Anyway, I enjoyed this post a lot. I grew up reading these characters, and others from that period and how they have been lost or turned into things they were not saddens me somewhat. It is rare and refreshing, outside of historical sites devoted to pulp heroes, to find a treatment of who they were as characters and how those core concepts and conceits fed and informed the next generation of heroes.

    Liked by 1 person

    • Kind words and many thanks! I want to focus a little bit toward the post’s topic.

      The general context of the interplay among the pulps, the newspaper strips, the radio, and the comics is common knowledge among comics readers … (he said, hopefully)? One of my most fortuitous comics artifacts was and is Volume 1 of Steranko’s History of Comics, bought for me by an older sibling, which clued me in early. Its first chapter, THE BLOODY PULPS, is a great introduction to how the Shadow et cetera played into the newsstand material.

      My and Steve’s specific topic is the 1980s vigilante heroes, which are rooted in the mad moments of 1970 DC, when several creators tried to recover Batman from the Go Go comics and from the TV show. This is what I referred to with adding or re-instating “the” to the character’s name, which was the code for this effort at the time. Most of our writings concerned how this effort played out, steadily if sparsely until the mid-80s, then booming into prominence and, as I perceived it, self-parody and distintegration.

      However, although it jars me, I’m forced to admit that the eventual result (what Steve called the Big Bang, 1986) of semi-sane, over-written, indulgent, bizarre-politics, pistol-brandishing “avengers of the night” characters … weren’t a specific one-off of the late Reagan years, or a deviation of any kind at all. They actually recaptured the roots more thoroughly and accurately than O’Neil’s The Batman ever did. The deviation, as it were, began with the in-house DC Code of 1940 (“heroes never kill”), and the breaking of the Code (in this case the larger CCA, which was pretty much just the DC Code anyway) in the early 1970s was only a partial correction, to use that word without judgment. I could more accurately, if unkindly, point to the entire Weisinger era of DC Comics as the artifact, with the Flash/JLA of 1958 and its subset of the Fantastic Four/Spider-Man of 1961+ as a subroutine.

      I’m not an originalist, so it’s not my point to say that the whole ethical-superhero, struggle vs. ethics/violence guy is less pure or less important. My terms “pure,” “deviation” and “artifact” can be used and read without that kind of loading. I’ll be first to say that The Batman and, e.g., Spider-Man, Daredevil, Moon Knight, et al., even the better-written moments of the Punisher, are better stories than yet another cackling mow-down of America’s enemies. But I’m also saying that a lot of the pulp stuff is good on its own, and at the very least, thought-provoking and revealing about both society and the human mind, begging to be recovered and revamped and re-used and re-interpreted. And that’s what the Big Bang brought us. Dumb or messed-up as, e.g., Ghost or Grifter may be, this is American lit in a long-standing and very pure form.

      [editing this in: it only makes perfect, perfect sense that the missing piece from the DC effort was Mack Bolan’s Executioner, which Gerry Conway immediately supplied with the Punisher]

      Liked by 1 person

  6. One of the things that keeps bringing me back to this blog is how personally resonant it is, DESPITE the fact that I’ve read very few comics. I hadn’t much thought about the Shadow in … forever, but the (guessing) 30ish hours of rebroadcast radio serials I listened to as a kid, and the way the character himself influenced so much I read and saw down through the years – it turns out, stopping to think about him tells me a little something about myself. The tag line “Who knows what evil lurks in the hearts of men? The Shadow knoows”, the cackle that follows it – it’s baked into me somewhere/somehow.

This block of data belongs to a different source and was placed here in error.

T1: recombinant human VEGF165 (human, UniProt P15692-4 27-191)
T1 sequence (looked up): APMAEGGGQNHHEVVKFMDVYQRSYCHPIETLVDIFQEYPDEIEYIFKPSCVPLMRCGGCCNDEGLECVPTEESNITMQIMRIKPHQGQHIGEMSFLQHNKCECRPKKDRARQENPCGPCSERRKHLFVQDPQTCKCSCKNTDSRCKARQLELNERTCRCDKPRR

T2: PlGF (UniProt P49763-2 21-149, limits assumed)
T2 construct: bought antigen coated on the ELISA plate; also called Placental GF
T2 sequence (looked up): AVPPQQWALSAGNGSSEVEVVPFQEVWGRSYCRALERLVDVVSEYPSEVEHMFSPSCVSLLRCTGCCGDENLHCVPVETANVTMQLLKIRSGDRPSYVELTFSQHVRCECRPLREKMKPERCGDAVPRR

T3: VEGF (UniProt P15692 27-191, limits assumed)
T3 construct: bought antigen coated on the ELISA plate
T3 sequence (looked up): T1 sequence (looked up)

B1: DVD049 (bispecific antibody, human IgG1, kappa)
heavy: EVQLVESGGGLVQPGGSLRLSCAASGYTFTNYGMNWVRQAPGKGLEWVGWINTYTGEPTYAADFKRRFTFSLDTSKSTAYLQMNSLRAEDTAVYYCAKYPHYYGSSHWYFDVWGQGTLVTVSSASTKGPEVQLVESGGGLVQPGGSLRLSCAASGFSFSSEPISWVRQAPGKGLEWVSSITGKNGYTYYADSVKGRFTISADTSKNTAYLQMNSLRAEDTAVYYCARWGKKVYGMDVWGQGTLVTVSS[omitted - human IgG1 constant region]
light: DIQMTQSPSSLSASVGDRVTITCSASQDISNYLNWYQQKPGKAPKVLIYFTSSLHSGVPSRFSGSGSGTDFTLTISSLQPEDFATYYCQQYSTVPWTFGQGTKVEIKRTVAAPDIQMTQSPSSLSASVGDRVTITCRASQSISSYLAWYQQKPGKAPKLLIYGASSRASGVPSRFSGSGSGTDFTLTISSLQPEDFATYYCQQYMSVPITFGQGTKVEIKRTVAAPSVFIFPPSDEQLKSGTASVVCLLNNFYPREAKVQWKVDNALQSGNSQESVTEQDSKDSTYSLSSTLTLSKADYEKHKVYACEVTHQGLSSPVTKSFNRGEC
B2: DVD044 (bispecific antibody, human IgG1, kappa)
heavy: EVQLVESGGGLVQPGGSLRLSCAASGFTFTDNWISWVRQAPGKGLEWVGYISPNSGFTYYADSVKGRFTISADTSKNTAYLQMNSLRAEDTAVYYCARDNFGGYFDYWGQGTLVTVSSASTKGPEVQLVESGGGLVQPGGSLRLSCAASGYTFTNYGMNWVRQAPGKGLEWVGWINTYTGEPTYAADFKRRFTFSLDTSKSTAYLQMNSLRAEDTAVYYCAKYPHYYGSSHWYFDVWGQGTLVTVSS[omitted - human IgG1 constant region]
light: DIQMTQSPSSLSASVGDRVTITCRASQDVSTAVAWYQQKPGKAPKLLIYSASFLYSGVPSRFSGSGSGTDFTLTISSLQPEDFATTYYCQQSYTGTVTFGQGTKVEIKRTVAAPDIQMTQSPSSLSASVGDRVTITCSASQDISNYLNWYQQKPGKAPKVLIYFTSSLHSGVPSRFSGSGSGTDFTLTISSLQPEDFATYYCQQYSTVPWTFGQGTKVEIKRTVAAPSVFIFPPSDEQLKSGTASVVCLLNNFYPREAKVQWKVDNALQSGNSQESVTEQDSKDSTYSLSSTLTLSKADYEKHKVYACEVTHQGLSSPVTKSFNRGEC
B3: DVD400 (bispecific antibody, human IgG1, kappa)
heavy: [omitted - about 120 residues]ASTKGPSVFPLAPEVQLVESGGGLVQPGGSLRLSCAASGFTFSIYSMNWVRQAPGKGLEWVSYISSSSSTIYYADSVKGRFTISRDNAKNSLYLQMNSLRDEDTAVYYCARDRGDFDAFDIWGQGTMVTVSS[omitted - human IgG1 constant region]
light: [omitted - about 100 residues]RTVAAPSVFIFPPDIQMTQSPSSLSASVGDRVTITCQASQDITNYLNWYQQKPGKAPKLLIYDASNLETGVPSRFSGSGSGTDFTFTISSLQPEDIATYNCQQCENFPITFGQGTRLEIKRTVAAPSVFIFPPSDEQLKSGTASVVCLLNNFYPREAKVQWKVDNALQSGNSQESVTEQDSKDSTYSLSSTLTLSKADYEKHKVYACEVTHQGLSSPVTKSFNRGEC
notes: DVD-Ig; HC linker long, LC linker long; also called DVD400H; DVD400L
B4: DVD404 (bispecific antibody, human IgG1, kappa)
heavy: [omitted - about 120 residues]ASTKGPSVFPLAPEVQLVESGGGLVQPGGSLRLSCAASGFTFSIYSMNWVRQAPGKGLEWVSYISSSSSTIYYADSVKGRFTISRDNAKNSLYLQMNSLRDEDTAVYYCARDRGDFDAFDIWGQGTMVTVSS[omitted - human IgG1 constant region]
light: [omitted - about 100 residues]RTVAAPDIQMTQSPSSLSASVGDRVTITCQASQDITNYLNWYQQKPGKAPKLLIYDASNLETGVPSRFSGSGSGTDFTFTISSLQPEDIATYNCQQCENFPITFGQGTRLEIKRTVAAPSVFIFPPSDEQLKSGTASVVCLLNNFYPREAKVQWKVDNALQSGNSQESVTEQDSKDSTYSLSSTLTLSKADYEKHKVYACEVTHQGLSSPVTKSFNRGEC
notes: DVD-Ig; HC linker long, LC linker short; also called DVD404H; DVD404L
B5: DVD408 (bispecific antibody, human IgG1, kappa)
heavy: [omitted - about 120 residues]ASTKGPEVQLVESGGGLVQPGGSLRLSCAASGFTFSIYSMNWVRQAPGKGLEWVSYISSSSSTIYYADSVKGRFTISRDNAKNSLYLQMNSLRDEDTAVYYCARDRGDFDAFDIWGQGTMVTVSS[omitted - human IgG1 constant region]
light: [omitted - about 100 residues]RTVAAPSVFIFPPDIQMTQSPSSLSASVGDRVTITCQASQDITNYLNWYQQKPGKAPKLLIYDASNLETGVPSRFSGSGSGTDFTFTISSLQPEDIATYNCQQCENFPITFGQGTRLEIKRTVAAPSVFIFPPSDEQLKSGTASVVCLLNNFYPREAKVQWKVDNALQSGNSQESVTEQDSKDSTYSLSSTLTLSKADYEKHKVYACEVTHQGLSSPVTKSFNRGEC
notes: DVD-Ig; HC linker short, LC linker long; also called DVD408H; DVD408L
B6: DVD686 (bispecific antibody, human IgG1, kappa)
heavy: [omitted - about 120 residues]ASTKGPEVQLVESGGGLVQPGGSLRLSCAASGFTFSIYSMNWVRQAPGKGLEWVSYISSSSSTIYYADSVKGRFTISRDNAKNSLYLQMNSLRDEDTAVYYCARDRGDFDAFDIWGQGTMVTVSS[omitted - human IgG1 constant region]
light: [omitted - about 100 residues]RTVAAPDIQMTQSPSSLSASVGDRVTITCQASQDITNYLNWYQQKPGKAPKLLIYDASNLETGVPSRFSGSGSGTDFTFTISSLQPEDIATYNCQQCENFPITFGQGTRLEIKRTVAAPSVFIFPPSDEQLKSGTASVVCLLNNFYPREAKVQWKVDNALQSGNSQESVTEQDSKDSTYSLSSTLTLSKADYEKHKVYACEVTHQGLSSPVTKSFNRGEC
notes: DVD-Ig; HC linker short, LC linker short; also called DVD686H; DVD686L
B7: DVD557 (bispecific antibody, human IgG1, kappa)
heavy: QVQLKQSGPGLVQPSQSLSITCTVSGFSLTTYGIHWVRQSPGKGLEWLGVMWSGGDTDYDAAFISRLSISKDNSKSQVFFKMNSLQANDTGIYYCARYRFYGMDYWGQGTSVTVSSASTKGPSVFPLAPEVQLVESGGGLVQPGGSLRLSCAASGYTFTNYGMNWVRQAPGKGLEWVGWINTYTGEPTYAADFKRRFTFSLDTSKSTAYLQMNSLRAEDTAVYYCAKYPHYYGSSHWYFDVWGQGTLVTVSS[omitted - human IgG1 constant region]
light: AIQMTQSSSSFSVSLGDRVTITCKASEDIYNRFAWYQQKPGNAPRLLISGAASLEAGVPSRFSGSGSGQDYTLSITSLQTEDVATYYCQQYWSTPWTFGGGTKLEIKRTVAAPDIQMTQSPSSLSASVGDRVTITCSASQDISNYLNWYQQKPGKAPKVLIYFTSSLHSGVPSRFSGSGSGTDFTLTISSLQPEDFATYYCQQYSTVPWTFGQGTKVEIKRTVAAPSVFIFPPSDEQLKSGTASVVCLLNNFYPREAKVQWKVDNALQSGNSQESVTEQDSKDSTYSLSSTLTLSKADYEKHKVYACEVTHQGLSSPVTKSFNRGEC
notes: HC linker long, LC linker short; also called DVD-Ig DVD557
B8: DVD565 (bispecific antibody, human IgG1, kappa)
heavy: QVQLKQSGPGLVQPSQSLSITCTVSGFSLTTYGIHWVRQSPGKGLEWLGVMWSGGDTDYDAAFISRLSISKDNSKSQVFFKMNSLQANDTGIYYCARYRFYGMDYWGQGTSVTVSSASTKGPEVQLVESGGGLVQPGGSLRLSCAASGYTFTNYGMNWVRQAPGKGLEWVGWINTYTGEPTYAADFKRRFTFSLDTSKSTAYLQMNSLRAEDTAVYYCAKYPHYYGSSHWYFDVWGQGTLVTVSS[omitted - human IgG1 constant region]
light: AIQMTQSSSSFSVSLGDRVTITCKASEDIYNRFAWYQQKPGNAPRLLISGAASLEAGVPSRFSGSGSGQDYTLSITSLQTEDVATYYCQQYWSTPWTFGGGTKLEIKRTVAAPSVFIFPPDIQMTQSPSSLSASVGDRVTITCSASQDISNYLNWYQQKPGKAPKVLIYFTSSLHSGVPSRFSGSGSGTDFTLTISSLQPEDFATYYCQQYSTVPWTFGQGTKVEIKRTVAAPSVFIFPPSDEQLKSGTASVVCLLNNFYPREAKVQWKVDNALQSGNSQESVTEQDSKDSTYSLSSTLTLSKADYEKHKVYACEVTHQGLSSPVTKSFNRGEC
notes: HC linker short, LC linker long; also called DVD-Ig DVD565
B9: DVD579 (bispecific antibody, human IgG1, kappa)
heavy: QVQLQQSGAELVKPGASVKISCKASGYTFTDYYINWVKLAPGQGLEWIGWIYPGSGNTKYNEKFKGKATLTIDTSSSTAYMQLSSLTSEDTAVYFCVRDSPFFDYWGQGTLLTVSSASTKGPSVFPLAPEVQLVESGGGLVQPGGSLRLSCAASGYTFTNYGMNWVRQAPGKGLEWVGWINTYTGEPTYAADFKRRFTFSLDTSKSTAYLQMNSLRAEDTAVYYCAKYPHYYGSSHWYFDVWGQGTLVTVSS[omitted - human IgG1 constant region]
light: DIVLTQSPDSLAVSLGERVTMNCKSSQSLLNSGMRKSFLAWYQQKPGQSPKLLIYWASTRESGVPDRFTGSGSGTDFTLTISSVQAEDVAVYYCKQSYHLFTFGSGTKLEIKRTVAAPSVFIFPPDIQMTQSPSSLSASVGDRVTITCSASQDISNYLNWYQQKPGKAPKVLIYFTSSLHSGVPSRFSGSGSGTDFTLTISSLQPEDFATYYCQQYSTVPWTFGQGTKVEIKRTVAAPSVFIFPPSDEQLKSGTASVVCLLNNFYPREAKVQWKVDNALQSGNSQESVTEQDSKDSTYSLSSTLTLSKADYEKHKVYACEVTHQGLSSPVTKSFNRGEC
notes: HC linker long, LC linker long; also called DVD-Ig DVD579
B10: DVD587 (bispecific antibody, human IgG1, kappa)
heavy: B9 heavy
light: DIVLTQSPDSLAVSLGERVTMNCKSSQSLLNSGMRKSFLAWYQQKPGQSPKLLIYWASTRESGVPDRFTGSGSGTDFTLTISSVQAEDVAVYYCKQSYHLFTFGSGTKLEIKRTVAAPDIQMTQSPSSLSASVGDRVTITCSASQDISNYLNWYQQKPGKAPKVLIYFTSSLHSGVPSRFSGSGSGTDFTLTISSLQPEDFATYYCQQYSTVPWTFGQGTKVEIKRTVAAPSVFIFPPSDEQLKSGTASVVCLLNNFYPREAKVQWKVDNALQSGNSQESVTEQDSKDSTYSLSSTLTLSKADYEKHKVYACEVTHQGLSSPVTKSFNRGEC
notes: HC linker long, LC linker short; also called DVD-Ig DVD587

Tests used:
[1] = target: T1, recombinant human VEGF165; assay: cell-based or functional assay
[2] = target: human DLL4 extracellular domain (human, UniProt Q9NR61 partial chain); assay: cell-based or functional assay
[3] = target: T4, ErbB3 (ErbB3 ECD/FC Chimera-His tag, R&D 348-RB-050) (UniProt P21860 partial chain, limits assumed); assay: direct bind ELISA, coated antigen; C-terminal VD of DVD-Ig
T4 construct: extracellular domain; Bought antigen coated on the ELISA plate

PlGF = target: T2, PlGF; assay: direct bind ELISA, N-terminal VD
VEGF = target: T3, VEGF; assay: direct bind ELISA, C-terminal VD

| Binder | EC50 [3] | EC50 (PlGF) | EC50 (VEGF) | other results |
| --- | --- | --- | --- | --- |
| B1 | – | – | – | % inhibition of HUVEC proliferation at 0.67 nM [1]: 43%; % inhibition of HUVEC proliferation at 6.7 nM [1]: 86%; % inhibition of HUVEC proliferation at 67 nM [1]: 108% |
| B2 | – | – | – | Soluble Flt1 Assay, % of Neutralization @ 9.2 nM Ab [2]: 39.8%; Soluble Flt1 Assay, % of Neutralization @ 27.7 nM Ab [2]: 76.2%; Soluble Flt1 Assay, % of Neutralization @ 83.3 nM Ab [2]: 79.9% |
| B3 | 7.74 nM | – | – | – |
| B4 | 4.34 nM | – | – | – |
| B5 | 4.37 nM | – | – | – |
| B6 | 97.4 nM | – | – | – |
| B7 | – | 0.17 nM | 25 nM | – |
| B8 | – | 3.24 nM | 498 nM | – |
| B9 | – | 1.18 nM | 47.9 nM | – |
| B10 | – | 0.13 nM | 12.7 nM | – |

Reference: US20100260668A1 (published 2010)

Over (probably) interpreting that text … what a key ability for the vigilante! Somehow, unreasonably, perhaps supernaturally, the Shadow knows evil when he sees it. His insight can be trusted. His vengeance, or the vengeance he … facilitates, is justified. Always, by my limited experience/memory.

    And I believed it more from him than from an army of Dirty Harry clones, even when that clone was Dirty Harry himself.

    Liked by 1 person

    • 1. Are you familiar with Harlan Ellison’s story “The New York Review of Bird”? It was originally written for Byron Preiss’ Weird Heroes series I posted about a while ago, but was probably more widely read in his collection Strange Wine..

      2. The senses thing … I’m interested to know how it played into the Shadow’s plots, which probably varied all over the place. It’s right in there, perhaps one of the big codifiers, of the stuff I wrote about in Sense, coincidence, nonsense, and consequence. It’s related to my points about the film Unbreakable too.

      Liked by 1 person

      • I’ve got Strange Wine in a box (ha! Strange Wine in a box!) somewhere, and I remember the oddly-referential protagonist Cordwainer Bird, but … I’ll hunt it down, or maybe trust to some interwebs comments to remind me. But in general, I remember reading a good amount of pulp-referential sf (Phillip Jose Farmer, e.g.), where some of the references skipped past me – but some didn’t.

        Senses – yeah, you nailed a lot in that link, and the details of how “that which the Shadow Knows” shows up in plots will matter a lot (in ways and for reasons that we annoyingly have no really good way to talk about). I’m kinda interested in how the impression that it’s even possible for him to Know is cultivated, but that may not be the important part of the equation.